Olmert / Holyland building Tomer Appelbaum
Ehud Olmert in front of the Holyland building development in Jerusalem. Photo by Tomer Appelbaum
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The police informed former prime minister Ehud Olmert on Monday that it will recommend that the state indict him over corruption charges surrounding the Holyland apartment project in Jerusalem.

According to police, the investigation into the affair produced strong evidence against Olmert on bribery, fraud and breach of trust charges. In addition, the police announced most of the other suspects in the affair would also likely be indicted.

Olmert is suspected of having accepted bribes worth more than NIS 1 million during his term as mayor of Jerusalem and later, while serving as trade minister, in exchange for advancing the interests of real estate developers involved in the Holyland project, as well as other real estate developments. The bribes were allegedly funneled through Olmert's office manager Shula Zaken and his close associate and attorney Uri Messer.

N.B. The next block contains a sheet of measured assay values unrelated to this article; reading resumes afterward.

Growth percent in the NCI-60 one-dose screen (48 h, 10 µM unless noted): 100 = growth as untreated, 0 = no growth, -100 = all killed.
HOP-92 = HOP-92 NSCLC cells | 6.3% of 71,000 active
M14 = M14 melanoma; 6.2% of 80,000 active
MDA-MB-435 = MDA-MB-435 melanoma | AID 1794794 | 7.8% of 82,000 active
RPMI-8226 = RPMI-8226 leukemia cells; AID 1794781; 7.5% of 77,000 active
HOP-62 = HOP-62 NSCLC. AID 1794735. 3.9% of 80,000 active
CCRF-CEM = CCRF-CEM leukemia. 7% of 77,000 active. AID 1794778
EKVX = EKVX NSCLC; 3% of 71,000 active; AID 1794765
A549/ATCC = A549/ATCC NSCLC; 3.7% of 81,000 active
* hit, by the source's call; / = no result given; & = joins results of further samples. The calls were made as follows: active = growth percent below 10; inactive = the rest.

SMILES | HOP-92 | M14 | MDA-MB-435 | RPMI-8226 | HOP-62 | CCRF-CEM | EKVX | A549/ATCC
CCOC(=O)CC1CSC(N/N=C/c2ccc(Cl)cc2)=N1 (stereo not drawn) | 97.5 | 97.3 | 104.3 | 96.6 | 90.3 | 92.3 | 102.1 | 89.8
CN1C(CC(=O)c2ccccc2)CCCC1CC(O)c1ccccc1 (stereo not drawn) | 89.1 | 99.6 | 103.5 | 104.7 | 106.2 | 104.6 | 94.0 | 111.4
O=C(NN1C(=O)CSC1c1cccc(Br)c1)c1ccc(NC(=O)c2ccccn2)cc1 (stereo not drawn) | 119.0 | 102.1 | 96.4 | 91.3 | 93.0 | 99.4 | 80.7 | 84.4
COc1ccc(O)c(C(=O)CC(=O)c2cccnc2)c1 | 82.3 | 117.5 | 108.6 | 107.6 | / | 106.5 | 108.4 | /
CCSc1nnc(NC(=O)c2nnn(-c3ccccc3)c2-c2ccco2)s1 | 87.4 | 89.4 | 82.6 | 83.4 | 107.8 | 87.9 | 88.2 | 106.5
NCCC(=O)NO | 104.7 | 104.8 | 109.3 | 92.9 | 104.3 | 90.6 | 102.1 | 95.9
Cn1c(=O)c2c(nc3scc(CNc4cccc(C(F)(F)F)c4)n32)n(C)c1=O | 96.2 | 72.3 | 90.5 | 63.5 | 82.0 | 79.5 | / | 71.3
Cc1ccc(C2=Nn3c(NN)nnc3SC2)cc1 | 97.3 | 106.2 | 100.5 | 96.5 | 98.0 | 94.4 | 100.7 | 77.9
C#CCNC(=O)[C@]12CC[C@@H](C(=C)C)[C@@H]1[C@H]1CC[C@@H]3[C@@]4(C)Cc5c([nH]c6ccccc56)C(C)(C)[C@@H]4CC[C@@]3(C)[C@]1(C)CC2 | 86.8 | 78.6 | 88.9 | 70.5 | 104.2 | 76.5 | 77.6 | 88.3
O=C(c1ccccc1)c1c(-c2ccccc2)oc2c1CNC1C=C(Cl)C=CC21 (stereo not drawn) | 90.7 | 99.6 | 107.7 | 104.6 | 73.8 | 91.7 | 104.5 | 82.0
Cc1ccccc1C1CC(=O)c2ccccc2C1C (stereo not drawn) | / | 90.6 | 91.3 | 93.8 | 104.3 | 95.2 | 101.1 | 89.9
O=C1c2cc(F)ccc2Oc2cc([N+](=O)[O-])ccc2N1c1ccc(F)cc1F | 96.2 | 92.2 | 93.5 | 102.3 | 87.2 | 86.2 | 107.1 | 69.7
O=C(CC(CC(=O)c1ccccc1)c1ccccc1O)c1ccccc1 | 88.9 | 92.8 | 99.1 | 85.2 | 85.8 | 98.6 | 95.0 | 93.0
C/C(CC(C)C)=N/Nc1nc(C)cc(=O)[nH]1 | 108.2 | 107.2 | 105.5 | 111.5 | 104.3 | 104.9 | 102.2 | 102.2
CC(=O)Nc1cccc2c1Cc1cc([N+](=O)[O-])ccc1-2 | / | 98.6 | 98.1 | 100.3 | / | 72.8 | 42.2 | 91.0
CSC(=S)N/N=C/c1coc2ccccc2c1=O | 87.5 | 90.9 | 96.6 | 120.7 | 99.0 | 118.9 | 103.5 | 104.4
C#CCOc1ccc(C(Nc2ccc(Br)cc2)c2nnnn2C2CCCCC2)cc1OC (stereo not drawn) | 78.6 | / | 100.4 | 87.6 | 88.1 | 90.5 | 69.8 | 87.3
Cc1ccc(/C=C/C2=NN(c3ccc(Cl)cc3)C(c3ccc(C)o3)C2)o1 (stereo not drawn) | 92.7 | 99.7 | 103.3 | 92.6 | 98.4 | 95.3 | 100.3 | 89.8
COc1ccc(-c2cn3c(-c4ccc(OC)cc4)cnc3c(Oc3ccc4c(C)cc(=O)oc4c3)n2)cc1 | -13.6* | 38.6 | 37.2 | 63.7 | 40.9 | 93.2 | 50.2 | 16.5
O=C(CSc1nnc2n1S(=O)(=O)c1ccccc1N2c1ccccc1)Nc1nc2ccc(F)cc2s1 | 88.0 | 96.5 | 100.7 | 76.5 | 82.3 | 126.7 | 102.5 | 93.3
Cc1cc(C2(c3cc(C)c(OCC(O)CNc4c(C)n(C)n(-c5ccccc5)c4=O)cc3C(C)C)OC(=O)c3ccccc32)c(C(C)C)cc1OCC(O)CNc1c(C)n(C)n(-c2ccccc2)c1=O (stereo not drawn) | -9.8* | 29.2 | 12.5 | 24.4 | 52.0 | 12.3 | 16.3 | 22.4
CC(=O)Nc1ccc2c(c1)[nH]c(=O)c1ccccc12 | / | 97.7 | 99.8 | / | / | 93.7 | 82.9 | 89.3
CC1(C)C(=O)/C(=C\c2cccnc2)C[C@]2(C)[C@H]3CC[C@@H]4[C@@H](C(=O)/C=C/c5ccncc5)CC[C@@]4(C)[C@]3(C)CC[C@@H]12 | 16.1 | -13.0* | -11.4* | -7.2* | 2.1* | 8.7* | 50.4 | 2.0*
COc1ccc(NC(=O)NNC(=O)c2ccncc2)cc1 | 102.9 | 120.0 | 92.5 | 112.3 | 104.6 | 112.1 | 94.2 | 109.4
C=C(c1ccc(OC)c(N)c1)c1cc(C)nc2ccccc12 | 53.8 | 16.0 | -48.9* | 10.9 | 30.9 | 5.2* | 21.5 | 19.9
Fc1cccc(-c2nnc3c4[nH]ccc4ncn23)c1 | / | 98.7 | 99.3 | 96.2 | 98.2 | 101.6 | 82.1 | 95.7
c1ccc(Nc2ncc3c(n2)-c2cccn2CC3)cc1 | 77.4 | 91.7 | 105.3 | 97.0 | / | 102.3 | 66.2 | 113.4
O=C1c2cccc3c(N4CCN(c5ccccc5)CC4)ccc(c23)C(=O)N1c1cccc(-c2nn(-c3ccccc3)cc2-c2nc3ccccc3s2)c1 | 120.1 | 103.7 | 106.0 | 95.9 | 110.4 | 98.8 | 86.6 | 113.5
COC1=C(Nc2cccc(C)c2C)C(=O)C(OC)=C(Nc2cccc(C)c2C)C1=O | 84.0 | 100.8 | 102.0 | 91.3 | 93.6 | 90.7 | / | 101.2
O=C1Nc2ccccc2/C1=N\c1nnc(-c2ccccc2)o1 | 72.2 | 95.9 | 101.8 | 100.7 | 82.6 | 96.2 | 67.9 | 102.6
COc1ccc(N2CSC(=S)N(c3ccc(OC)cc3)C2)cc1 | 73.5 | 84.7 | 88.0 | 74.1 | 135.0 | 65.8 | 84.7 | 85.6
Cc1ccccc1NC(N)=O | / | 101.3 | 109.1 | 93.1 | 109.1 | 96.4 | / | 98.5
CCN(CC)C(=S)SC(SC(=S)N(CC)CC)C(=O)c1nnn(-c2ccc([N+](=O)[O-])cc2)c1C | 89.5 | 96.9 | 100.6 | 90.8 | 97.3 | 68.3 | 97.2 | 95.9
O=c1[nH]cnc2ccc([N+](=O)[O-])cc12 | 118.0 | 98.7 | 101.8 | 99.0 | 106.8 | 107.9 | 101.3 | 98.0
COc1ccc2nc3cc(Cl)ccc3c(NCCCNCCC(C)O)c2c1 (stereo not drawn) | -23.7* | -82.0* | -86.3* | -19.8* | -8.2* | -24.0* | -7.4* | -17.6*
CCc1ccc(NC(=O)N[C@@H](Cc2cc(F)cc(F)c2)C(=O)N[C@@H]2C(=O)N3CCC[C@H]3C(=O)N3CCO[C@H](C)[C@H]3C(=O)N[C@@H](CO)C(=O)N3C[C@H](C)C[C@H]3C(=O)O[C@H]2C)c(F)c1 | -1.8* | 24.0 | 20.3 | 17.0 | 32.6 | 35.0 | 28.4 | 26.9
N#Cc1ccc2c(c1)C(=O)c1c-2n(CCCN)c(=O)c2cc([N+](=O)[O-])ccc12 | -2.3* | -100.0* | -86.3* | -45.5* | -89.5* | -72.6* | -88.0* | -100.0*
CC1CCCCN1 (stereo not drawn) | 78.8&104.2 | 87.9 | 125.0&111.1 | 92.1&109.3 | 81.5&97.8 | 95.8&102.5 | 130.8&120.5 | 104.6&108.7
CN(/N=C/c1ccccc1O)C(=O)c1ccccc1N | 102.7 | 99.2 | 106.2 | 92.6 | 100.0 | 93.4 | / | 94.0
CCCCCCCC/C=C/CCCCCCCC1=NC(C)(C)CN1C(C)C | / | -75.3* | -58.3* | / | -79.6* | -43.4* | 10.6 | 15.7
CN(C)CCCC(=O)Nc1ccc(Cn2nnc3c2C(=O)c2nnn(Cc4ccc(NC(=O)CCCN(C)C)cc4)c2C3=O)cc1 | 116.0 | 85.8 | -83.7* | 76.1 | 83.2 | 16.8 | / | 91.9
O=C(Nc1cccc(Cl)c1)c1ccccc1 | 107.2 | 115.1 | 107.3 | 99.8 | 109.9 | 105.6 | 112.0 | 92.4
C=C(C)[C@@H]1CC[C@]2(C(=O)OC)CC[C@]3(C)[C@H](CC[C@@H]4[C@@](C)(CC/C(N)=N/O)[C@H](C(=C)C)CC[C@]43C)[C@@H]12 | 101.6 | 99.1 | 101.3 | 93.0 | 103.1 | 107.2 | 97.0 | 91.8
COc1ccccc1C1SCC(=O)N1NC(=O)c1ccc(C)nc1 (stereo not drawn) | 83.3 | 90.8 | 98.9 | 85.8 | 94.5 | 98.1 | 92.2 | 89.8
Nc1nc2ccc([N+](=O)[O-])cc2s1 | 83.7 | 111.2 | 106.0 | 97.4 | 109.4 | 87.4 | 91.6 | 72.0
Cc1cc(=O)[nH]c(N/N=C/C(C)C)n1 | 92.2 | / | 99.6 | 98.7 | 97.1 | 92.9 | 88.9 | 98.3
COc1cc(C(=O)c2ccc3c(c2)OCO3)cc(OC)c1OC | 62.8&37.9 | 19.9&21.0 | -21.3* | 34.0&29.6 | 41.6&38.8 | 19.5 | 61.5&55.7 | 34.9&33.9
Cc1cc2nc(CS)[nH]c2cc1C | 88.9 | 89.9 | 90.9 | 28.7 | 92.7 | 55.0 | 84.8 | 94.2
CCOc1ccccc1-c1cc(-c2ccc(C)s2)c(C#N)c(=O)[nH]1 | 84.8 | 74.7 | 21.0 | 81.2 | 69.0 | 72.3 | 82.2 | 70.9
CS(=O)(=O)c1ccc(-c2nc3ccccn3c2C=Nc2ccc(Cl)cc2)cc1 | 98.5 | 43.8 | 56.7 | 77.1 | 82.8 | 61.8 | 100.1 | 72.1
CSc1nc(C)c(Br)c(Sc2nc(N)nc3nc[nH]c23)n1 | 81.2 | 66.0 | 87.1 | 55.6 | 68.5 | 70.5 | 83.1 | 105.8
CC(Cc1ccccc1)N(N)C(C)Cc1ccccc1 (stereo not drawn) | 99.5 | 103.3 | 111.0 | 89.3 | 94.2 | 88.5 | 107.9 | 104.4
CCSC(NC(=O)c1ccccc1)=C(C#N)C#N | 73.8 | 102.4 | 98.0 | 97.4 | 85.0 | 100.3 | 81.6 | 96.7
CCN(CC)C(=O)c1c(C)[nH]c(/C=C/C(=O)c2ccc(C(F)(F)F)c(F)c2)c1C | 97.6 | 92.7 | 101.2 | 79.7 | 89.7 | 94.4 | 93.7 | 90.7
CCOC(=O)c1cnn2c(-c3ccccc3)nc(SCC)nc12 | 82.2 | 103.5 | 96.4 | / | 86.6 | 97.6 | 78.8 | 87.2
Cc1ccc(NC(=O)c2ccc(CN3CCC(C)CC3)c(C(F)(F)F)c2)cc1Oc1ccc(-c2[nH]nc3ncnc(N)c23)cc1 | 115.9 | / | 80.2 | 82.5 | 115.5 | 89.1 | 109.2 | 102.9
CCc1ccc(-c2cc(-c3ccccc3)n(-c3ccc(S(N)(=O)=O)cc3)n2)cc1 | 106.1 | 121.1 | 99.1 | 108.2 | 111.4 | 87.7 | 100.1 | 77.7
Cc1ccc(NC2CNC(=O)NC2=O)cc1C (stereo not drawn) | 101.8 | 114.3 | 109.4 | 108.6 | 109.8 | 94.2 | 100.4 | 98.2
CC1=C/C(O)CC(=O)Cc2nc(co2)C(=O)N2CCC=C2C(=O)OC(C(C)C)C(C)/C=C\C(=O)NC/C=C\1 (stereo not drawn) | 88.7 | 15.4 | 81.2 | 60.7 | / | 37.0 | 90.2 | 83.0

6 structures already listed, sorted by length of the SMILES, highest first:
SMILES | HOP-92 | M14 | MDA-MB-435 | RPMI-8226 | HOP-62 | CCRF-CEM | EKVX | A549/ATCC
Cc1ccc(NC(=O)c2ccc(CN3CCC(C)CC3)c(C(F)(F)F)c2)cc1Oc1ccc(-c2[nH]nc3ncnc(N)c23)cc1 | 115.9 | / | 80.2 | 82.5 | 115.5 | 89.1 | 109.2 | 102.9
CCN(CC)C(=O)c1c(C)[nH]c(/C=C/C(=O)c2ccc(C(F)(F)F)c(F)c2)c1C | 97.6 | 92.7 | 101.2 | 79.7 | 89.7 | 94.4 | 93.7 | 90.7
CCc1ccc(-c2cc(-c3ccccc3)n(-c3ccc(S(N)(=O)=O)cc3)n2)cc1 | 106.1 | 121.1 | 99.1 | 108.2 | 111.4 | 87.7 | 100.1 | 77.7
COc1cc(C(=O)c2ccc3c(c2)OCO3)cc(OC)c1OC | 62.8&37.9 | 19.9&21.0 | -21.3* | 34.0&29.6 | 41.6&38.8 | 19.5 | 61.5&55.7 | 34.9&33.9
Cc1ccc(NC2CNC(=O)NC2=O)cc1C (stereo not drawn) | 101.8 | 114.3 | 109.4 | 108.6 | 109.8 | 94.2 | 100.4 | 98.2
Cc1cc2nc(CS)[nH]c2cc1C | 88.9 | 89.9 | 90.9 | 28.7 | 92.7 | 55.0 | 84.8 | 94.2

The police announced in a statement that strong evidence had been gathered against Zaken, who is suspected of accepting bribes, mediating bribes, breach of trust and money laundering, and against Uri Lupolianski, who succeeded Olmert as Jerusalem mayor. Former city engineer Uri Sheetrit and Olmert's two deputies in the mayor's office are also suspected in the affair.

The police statement went on to say that evidence had also been gathered against those who allegedly offered the bribes. However, the police failed to gather enough evidence to indict Messer, once Olmert's closest confidant.

Olmert's media adviser Amir Dan said in response that instead of making baseless recommendations, the police should stop hiding information from the public and lift the "outrageous gag order" on the state's witness who allegedly helped police build the case. "Olmert has declared in the clearest fashion that he has never accepted a bribe, neither directly nor indirectly," he said.